On the first day after surgery, the rolling-up anterior capsule at the capsulotomy margin adhered to the posterior capsule and LECs had migrated toward the center of the capsular bag. On the third day, a monolayer of LECs covered the inner surface of the anterior and posterior capsules in the capsular bag (Figure 1F and Figure 2C). LECs lining the posterior capsule appeared to show early changes characteristic of lens fiber differentiation. The LECs at the adhesive portion were multilayered and migrated to the central posterior capsule from the adhesive portion, and some cells were spindle-shaped (Figure 2D,E). On the seventh day, new lens fibers continued to increase. The capsular bag was filled with fibers and formed the Soemerring's ring (Figure 1I), the nuclei of LECs lining the posterior capsule migrated away from the basement membrane (Figure 2B), and vacuolation was present in the new lens fibers. On the 14th day, the lens fibers on the posterior capsule were found to have elongated extensively and become well differentiated lens fibers (Figure 1L). One month after lensectomy, the capsule was full of differentiated lens fibers, displaying an established equator with well differentiated bow regions (Figure 1O). At the end of the experiment, which was 3 months after surgery, the regenerated lens was almost the same in size as the intact lens, with relatively normal morphology (Figure 1R,U).
To survey the expression of crystallin in lens regeneration, we detected the mRNA of Cryaa, Cryab, Crybb1, Crybb2, Cryba2, and Crygd by RT–PCR analysis and real-time PCR. At any time point, the mRNA of those crystallin could be detected by RT–PCR (Figure 3) and confirmed by sequencing the PCR products (data not shown). Crystallin accumulated progressively and its relative expression peaked at 1 month after ECLE (Figure 4).
Three DNA binding proteins, Pax6, Prox1, and Foxe3, were detected at all time points by immunofluorescence. The expression patterns of these three proteins in lens regeneration were similar to those shown in normal lens development. Pax6 protein, which was detected in the cytoplasm and nucleus, was predominately expressed in the LECs and to a lesser extent in the lens fiber cells (Figure 5). Pax6 protein was also expressed in the cornea, iris, and retina (data not shown). Prox1 protein was localized at an increased level in the LECs and regenerated lens fibers and was concentrated in the nuclei of newly differentiating lens fiber cells and LECs in the germinative area (Figure 6). In the LECs of the anterior capsule, there was weak expression of Prox1 in the cytoplasm and dense expression in the nuclei (Figure 6G,H), while in the lens fiber cells, Prox1 protein was strictly expressed in nuclei. Prox1 protein was also expressed in the inner nuclear layer of the retina (data not shown). Foxe3 protein is mostly located in the cytoplasm of LECs during lens regeneration (Figure 7).
mRNA expression patterns of Pax6 and Prox1 by RT–PCR are shown in Figure 3, and PCR products were also confirmed by sequencing analysis (data not shown). The relative expression quantities of Pax6 and Prox1 immediately after ECLE decreased noticeably as visualized by real-time PCR, shown in Figure 8. Three days after surgery, the mRNA expression of Prox1 increased significantly. Fourteen days after ECLE, the mRNA expression of Prox1 was less than that at 3 days after ECLE. From then on, the relative expression quantity of Prox1 increased slowly until 3 months after ECLE. mRNA expression of Pax6 increased gradually following ECLE, peaking at 1 month and decreasing obviously at 3 months.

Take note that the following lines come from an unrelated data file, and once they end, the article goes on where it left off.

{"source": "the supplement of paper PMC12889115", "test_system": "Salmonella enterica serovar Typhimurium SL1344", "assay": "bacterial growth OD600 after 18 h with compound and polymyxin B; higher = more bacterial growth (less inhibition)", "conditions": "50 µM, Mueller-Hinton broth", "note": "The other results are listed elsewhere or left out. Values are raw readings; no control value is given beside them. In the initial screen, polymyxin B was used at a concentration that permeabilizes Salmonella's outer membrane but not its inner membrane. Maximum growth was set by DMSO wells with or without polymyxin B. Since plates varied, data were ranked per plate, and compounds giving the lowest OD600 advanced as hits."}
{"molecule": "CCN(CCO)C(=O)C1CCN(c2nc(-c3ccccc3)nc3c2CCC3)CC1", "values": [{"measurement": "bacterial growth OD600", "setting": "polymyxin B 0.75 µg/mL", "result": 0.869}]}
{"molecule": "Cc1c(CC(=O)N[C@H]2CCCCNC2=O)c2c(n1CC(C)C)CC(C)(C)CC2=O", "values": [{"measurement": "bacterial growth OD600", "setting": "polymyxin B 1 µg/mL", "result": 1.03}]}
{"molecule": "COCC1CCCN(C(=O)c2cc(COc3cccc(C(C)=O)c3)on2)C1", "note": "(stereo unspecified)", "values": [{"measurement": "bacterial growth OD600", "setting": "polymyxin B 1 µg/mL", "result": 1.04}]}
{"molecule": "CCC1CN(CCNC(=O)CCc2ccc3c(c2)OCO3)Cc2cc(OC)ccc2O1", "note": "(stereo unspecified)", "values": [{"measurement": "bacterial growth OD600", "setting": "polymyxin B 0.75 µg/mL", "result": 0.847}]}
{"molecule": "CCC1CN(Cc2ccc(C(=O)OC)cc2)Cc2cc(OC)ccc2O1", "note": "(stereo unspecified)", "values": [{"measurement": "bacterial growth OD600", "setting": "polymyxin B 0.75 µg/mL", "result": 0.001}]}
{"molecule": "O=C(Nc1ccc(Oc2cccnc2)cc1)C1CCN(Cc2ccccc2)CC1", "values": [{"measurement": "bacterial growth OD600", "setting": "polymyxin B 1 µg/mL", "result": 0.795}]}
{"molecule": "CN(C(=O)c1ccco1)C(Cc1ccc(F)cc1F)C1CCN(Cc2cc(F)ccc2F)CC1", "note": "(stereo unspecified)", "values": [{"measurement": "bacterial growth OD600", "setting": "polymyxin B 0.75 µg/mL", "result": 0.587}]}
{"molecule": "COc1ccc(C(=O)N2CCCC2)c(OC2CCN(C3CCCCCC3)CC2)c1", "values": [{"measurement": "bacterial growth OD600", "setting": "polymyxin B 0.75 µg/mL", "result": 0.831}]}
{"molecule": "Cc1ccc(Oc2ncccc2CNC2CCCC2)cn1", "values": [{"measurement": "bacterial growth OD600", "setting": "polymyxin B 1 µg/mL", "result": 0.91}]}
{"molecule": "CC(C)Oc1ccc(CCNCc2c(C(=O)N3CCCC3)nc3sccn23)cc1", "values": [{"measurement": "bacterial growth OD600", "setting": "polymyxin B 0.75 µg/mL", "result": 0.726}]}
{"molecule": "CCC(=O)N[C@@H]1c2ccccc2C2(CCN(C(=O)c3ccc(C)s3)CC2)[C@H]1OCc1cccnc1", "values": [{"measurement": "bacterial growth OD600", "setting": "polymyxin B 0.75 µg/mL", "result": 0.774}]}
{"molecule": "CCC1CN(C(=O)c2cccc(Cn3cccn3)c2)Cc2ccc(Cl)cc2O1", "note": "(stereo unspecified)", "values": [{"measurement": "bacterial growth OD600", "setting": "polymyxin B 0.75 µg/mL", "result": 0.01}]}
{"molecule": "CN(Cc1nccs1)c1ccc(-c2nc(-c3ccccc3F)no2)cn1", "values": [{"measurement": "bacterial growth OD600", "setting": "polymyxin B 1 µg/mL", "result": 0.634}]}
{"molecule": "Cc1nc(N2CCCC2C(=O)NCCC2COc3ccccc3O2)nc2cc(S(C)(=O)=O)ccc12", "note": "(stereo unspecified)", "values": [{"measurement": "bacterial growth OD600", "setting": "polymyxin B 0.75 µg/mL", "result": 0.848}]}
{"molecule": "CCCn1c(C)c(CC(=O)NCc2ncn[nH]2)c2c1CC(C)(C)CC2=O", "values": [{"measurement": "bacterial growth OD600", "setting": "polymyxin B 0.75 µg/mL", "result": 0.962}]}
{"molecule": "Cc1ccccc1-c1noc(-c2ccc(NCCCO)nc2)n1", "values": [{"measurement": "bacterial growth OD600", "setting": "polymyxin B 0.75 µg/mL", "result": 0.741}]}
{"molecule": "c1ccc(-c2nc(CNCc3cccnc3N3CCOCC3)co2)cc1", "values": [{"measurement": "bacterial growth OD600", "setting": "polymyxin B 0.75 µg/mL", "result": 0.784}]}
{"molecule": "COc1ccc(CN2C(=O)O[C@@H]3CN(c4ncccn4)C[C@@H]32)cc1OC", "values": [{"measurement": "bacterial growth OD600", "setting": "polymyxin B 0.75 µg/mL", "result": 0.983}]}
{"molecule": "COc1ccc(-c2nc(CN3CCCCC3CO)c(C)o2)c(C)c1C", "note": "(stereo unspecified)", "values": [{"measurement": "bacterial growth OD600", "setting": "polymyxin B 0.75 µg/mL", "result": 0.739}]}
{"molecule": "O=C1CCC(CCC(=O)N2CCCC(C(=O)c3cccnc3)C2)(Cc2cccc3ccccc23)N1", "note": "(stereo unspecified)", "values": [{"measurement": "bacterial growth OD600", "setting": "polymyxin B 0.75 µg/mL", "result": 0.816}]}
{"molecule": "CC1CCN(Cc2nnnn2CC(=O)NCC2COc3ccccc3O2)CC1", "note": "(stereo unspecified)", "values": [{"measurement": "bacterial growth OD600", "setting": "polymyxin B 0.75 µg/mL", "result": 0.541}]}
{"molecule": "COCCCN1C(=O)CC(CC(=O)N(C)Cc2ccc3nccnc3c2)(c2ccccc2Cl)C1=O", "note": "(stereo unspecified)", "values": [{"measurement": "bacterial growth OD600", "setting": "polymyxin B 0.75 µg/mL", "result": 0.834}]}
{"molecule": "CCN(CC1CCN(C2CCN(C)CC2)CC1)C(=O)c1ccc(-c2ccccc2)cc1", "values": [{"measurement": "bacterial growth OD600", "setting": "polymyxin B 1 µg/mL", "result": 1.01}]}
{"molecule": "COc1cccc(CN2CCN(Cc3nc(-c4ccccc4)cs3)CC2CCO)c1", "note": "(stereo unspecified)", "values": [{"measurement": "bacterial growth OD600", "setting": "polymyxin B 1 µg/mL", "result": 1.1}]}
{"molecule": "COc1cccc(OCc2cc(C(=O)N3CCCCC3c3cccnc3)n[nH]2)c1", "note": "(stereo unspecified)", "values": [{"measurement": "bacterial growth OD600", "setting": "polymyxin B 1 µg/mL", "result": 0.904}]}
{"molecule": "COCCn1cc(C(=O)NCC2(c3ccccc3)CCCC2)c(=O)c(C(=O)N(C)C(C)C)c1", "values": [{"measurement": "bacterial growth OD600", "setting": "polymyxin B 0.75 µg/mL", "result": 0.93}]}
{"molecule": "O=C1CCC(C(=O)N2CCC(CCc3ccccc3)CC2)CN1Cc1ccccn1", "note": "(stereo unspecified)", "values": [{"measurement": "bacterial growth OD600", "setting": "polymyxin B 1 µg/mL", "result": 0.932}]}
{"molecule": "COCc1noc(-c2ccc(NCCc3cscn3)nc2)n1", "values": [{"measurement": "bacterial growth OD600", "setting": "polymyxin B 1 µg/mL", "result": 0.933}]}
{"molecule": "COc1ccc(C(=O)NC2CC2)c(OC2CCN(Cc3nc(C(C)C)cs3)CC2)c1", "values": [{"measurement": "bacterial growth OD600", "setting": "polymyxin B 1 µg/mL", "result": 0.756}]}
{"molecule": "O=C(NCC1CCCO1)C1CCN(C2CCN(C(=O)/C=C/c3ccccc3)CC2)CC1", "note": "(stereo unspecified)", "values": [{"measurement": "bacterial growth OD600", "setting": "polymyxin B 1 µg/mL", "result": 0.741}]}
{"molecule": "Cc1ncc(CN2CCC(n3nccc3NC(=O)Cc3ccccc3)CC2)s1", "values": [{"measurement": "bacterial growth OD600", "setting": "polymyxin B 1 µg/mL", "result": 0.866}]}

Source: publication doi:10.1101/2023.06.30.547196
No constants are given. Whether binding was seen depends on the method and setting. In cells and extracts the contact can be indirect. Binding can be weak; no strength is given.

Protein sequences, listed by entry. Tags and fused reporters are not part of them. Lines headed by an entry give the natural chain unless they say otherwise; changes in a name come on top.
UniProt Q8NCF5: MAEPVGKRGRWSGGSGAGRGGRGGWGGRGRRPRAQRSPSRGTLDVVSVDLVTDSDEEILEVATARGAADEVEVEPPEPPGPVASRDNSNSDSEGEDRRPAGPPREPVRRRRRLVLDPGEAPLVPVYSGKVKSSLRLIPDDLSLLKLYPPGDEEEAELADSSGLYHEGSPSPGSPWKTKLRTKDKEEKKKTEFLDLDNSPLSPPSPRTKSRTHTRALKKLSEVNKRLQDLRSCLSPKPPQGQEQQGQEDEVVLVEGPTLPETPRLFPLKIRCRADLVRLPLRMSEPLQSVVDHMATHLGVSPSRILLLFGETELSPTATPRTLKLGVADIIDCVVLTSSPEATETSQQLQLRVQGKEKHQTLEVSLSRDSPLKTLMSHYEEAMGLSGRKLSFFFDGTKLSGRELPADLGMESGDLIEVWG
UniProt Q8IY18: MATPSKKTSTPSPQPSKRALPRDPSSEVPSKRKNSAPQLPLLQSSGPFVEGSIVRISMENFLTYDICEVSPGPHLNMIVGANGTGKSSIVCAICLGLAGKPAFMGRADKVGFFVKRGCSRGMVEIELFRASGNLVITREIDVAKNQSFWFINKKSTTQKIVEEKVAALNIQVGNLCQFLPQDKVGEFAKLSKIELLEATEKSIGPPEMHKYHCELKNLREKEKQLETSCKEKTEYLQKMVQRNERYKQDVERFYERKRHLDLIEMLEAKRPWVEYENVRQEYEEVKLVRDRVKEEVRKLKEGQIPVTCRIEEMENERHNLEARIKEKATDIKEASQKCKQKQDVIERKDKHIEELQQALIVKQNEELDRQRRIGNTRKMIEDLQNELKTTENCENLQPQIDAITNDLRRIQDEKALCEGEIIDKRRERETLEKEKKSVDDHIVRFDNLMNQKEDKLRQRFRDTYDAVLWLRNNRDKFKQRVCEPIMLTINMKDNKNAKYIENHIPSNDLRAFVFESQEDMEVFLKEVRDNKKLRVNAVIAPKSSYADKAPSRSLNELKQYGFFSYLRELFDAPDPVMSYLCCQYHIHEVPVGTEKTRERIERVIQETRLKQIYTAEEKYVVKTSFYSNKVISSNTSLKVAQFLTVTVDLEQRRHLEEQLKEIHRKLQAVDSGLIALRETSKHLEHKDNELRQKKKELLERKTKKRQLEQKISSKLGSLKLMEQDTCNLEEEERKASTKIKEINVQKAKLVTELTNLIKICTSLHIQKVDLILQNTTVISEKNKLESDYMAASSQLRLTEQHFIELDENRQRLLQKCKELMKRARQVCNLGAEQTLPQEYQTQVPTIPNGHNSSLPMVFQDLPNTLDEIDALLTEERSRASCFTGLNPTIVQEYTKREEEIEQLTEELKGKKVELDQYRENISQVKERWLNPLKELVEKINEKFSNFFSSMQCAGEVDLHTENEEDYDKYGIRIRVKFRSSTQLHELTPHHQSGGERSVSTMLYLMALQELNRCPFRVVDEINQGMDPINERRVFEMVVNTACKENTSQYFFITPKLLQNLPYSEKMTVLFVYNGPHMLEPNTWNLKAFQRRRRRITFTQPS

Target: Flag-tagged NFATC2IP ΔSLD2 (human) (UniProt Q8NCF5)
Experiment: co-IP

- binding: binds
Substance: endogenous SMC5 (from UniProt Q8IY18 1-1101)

As the exact mRNA sequence of rat Foxe3 was unavailable from the current Genebank database, we failed to detect the expression of Foxe3 by PCR, though several different pairs of primers were tried.
In this study, as previously reported by other investigators [1-3], lens fiber differentiation was found to follow a process similar to embryological development with proliferation of epithelial cells along the anterior and posterior capsule, elongation of the posterior epithelial cells, and differentiation of epithelial cells into lens fibers. Once new lens fibers are formed, they are gradually compacted as newer fibers are produced and the central mass of the lens builds. we observed that LECs were left behind under the anterior capsule immediately after ECLE. Lens fiber differentiation had occurred in the peripheral capsular bag in all rats 3 days after ECLE. The nuclei of LECs lining the posterior capsule migrated away from the basement membrane at 7 days after ECLE. One month after surgery, all capsular bags were filled with new semitransparent lenticular structures, displaying an established equator with well differentiated bow regions.
In this study, we found that the regenerated lenses were irregular in shape and translucent due to lack of lens growth at the site of the anterior capsulotomy and its adhesion to the posterior capsule. The arrangement of lens fibers and thus the transparency of the regenerate was improved in the present study when the continuous circular capsulorhexis of the anterior capsule was smaller and more regular. Several factors were shown to affect lens regeneration, such as age of the animal, inflammation, and the size and the shape of the capsulotomy .
Extracapsular lens extraction is a not only a surgery but also a stress-inducing situation for the animal. Epithelial to mesenchymal transition (EMT) has been observed in mice undergoing the initial stages of regeneration, indicating that the process entails an initial phase of repair and of lens differentiation . Microarray analysis revealed that initially there is a response to injury, extensive matrix remodeling, and severe downregulation of genes encoding lens structural proteins. The patterns gradually returned to normal three weeks after surgery .